Carla Perrone Capano

Professor of Physiology
Vice-director of the CIRN

Name Carla
Surname Perrone Capano
Institution University of Naples – Federico II
Address Institute of Genetics and Biophysics, "Adriano Buzzati Traverso", CNR, 80131 Naples, Italy
Carla Perrone Capano


  • Synthesis of rat brain DNA during acquisition of an appetitive task.

    Publication Date: 01/09/1986 on Pharmacology, biochemistry, and behavior
    by Giuditta A, Perrone Capano C, D'Onofrio G, Toniatti C, Menna T, Hyden H

    We have examined the incorporation of [3H-methyl]thymidine into DNA extracted from several brain regions of rats learning a reverse handedness task, of control rats allowed to use their preferred paw, and of control rats left in their home cages. In learning animals, decrements in percent incorporation were observed in the visual cortex, remaining brain, hippocampus and entorhinal cortex. In the latter two regions less marked decreases were present in the active control group. No variation occurred in the sensory-motor cortex. In learning rats the specific radioactivity of neuronal DNA was markedly decreased in the hippocampus and remaining brain. In the former region, a less marked decrease was present in active control rats. In subcellular fractionation studies it was observed that decreases in DNA specific radioactivity prevailed in the mitochondrial fraction isolated from the hippocampus and visual cortex of learning rats. Brain radioactive DNA was widely distributed among fractions differing in their degree of repetitiveness. Its pattern of distribution did not coincide with that of bulk DNA and differed significantly among behavioural groups. The results suggest a non random origin of newly-synthesized brain DNA and its involvement in learning.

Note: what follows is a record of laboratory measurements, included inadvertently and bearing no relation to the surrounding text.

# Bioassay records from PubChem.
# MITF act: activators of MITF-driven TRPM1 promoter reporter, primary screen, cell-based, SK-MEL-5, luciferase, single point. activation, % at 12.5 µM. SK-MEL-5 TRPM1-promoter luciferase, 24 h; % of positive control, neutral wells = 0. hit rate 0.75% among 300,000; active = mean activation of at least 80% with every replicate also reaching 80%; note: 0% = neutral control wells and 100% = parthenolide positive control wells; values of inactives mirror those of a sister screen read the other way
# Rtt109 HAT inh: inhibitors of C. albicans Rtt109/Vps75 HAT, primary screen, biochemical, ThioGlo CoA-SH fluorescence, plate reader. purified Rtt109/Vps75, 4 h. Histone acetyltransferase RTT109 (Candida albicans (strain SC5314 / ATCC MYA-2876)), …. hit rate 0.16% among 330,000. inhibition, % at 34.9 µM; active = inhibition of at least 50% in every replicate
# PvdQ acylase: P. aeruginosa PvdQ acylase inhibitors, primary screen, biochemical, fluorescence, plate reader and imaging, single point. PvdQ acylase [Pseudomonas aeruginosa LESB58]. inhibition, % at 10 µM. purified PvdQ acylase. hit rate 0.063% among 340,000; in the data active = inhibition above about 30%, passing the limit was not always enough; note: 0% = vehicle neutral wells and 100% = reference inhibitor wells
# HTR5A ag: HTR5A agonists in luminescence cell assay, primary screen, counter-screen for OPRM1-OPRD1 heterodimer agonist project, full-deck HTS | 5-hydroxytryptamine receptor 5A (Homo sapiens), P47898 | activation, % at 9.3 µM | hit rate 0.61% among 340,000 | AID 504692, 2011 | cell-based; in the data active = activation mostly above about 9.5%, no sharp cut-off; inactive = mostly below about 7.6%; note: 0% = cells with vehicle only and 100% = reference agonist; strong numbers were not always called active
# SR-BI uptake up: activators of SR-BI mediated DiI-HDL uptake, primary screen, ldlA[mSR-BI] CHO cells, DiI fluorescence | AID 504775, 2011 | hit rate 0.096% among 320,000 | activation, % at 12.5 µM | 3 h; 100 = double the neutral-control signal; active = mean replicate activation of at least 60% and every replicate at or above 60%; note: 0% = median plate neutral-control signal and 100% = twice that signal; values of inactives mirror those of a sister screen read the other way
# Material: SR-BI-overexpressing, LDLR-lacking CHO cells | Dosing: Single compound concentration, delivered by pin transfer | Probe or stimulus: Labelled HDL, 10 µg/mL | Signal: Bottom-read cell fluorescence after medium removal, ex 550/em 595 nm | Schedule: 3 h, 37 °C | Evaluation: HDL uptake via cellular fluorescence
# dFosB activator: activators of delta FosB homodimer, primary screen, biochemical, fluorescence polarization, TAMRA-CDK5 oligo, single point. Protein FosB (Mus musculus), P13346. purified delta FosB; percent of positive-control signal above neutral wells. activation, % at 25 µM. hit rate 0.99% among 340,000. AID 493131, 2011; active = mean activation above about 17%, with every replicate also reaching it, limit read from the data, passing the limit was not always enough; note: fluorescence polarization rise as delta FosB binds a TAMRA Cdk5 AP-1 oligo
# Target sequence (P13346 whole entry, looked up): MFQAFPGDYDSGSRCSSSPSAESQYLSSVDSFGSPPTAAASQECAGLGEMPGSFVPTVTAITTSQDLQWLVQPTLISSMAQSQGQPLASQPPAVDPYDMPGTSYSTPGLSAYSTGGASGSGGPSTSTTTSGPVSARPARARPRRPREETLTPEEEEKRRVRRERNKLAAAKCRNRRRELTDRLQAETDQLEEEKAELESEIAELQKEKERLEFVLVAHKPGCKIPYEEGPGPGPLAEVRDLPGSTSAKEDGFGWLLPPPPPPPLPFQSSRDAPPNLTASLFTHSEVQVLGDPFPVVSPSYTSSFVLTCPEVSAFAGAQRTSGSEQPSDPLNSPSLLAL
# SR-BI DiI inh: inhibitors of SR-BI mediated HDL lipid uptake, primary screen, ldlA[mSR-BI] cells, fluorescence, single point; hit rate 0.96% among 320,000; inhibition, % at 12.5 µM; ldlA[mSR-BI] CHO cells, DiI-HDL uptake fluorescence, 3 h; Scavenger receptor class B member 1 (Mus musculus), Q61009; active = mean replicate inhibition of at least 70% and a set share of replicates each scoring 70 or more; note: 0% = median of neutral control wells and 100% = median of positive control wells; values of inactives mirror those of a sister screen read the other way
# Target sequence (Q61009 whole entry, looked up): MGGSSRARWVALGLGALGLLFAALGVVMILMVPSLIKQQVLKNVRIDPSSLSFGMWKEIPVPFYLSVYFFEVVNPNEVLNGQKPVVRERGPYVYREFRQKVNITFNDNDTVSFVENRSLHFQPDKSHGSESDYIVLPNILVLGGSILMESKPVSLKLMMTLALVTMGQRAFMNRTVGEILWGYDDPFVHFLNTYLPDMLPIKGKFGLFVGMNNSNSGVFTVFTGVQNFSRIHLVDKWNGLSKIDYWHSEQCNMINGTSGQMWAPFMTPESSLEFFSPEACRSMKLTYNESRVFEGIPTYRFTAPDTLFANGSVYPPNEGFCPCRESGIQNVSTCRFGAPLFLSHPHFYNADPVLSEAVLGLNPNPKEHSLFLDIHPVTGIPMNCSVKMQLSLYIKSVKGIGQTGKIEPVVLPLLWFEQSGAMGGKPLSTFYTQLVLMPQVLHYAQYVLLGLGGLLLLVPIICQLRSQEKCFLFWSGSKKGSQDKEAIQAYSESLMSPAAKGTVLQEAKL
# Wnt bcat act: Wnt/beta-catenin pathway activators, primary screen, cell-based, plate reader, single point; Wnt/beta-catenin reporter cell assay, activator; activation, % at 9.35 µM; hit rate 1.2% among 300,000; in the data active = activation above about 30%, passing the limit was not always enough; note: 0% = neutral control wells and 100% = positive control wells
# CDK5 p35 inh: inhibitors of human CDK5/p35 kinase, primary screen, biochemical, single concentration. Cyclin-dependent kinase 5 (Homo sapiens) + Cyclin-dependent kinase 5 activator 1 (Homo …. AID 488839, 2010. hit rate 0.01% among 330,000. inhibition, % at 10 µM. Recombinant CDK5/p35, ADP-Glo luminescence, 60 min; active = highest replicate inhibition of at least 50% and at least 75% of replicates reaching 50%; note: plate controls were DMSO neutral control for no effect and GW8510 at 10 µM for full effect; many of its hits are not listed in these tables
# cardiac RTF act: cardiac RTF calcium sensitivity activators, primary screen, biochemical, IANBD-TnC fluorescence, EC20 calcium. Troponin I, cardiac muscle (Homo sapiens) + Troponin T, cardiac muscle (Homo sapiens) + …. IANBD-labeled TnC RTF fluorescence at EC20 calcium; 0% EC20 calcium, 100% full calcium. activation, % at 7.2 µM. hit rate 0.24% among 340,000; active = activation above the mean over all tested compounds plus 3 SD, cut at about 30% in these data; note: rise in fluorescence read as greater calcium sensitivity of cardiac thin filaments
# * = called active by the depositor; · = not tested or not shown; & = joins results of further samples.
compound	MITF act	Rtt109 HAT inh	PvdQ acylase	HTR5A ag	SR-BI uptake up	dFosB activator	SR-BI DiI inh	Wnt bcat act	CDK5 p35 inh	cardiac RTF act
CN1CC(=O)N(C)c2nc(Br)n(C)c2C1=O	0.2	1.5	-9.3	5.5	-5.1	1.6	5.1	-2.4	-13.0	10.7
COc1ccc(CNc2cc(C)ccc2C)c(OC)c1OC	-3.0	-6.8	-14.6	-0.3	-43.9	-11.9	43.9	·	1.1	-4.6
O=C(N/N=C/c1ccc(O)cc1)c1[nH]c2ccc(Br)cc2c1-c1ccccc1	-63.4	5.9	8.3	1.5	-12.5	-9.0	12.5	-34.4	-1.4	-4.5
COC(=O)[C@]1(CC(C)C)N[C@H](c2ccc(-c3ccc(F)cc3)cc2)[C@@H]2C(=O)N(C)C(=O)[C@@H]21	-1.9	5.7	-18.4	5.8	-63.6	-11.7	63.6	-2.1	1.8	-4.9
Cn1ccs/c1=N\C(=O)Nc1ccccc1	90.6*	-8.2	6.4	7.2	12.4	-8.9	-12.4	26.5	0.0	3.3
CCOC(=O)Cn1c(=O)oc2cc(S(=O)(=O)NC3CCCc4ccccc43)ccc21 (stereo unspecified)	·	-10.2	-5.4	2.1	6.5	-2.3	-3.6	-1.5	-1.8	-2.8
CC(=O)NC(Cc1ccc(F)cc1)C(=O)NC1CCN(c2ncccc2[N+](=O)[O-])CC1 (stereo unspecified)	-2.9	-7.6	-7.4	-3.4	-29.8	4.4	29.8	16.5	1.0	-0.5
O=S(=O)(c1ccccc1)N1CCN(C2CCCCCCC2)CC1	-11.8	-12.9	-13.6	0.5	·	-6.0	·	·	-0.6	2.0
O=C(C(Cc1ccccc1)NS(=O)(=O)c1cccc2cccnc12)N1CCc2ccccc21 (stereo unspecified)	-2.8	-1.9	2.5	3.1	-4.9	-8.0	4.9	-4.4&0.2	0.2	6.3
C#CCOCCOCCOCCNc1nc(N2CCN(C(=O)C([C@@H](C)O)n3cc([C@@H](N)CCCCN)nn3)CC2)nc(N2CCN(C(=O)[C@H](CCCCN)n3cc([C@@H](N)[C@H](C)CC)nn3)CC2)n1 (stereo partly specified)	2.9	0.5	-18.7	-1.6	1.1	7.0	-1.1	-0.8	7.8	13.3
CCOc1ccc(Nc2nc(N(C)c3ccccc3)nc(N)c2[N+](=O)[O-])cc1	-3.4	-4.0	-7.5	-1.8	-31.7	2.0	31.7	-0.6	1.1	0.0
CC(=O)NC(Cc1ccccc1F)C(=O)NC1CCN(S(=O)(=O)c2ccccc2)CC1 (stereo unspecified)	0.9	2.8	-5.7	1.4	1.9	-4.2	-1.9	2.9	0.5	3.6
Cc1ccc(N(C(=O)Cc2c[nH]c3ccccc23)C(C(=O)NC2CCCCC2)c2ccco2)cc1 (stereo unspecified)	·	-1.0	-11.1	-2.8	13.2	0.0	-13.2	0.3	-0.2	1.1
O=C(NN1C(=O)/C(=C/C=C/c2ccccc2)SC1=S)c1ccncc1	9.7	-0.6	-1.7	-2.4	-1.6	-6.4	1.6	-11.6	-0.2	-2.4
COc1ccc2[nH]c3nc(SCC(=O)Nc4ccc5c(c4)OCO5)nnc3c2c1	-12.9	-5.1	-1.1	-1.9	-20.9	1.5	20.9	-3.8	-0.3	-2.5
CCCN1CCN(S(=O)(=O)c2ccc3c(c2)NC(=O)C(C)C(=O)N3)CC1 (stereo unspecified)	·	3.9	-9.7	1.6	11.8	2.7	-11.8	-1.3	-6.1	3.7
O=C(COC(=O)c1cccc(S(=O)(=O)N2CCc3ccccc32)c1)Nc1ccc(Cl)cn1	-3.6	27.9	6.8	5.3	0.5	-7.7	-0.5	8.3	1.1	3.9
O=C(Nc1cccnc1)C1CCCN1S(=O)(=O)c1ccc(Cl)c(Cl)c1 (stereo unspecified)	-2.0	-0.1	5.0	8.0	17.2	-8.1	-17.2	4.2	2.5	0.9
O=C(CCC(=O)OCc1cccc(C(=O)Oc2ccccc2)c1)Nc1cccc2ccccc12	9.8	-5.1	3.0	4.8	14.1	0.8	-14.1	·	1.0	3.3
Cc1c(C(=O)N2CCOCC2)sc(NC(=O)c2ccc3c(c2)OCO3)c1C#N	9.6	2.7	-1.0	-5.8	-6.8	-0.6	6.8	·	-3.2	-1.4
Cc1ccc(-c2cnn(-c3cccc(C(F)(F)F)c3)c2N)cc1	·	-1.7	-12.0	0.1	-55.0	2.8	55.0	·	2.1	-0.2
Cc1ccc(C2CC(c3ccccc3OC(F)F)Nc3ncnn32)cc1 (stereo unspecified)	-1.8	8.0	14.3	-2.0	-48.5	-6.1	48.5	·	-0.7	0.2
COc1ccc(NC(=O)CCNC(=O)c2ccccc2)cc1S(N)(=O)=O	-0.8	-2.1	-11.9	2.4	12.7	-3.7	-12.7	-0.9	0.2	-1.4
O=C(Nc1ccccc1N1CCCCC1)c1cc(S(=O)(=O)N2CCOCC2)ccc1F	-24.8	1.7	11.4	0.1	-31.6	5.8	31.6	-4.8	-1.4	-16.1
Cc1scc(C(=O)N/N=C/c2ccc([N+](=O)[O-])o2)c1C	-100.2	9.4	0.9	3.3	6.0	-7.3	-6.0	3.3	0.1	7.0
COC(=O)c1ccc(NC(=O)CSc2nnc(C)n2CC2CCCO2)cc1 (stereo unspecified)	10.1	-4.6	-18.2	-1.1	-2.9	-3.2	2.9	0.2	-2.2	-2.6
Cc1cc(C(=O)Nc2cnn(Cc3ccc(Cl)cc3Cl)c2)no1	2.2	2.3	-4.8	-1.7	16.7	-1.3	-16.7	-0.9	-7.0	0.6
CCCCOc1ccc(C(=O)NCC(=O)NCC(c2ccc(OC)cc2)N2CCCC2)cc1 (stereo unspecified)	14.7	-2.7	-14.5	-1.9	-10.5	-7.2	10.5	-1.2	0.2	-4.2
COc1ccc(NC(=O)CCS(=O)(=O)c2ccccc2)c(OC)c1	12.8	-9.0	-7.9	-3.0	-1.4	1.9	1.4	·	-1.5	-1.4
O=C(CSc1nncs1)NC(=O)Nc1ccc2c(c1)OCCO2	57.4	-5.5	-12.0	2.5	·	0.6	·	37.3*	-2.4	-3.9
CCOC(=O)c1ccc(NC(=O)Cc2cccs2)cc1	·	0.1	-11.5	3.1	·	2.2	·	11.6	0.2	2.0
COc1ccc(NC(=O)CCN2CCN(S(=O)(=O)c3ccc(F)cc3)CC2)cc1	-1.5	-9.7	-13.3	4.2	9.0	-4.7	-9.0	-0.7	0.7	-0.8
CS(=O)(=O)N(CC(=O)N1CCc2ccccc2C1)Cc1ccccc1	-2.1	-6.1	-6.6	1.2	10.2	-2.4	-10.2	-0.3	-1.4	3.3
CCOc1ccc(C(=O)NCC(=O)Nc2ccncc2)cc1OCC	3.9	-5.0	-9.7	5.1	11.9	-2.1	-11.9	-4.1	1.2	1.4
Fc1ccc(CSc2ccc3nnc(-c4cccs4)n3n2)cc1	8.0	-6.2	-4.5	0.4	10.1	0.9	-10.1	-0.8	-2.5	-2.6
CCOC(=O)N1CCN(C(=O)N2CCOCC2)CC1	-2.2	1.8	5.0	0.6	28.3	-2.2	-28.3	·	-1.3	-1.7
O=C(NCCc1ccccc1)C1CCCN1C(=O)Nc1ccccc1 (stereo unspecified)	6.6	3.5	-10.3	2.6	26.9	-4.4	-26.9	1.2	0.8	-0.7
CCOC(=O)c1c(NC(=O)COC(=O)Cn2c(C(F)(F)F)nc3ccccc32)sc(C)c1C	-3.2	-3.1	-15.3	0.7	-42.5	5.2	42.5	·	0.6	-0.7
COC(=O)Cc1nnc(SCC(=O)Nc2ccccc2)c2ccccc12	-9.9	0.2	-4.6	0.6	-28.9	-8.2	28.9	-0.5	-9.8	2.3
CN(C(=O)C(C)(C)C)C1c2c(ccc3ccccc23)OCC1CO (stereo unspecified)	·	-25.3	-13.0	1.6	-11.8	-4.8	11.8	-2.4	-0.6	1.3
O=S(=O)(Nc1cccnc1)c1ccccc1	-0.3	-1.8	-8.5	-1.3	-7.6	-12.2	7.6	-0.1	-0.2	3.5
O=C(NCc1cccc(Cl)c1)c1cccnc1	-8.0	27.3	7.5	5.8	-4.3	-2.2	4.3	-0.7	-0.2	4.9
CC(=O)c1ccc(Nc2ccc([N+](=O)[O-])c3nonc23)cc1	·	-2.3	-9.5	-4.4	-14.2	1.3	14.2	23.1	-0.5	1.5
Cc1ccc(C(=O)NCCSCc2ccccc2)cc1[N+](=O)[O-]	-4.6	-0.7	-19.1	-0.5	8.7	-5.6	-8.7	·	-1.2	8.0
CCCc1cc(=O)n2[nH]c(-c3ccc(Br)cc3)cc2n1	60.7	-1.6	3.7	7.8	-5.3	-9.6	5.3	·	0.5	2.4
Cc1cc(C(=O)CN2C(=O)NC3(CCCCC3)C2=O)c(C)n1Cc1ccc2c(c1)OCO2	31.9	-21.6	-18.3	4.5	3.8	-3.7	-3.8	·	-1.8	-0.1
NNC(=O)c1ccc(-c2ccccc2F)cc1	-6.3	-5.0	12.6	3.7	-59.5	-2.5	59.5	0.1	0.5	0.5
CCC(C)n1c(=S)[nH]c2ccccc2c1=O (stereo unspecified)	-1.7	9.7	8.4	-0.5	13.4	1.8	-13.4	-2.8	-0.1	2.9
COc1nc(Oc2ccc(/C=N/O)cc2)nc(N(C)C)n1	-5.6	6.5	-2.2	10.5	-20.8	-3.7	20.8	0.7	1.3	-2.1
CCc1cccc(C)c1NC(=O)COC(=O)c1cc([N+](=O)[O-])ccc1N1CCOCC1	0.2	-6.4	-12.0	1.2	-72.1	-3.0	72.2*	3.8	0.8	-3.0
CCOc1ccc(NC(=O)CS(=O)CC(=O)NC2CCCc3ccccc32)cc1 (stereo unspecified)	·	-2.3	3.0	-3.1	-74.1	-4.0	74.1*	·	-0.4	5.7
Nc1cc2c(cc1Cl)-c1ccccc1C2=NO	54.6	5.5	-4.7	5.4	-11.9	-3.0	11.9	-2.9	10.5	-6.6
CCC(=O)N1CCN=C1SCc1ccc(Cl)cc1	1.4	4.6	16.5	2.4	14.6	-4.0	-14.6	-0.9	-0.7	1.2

• Brain protein and DNA synthesis during seizures.

    Publication Date: 01/01/1983 on Advances in neurology
    by Giuditta A, Metafora S, Popoli M, Perrone-Capano C
  • DNA turnover in rat cerebral cortex.

    Publication Date: 01/01/1982 on Journal of neurochemistry
    by Perrone-Capano C, D'Onofrio G, Giuditta A

    After the intracranial injection of [methyl-3H]thymidine the specific activity of rat cortical DNA increases rapidly, reaching a maximum at about 5 h. More than half of the radioactive DNA disappears from the tissue in the following few hours. During the same period of time the concentration of radioactive DNA in liver remains essentially constant. Minor variations occur in both organs after 41 h. An apparent rapid turnover of DNA is also present in a fraction of purified neuronal perikarya prepared from the cerebral cortex.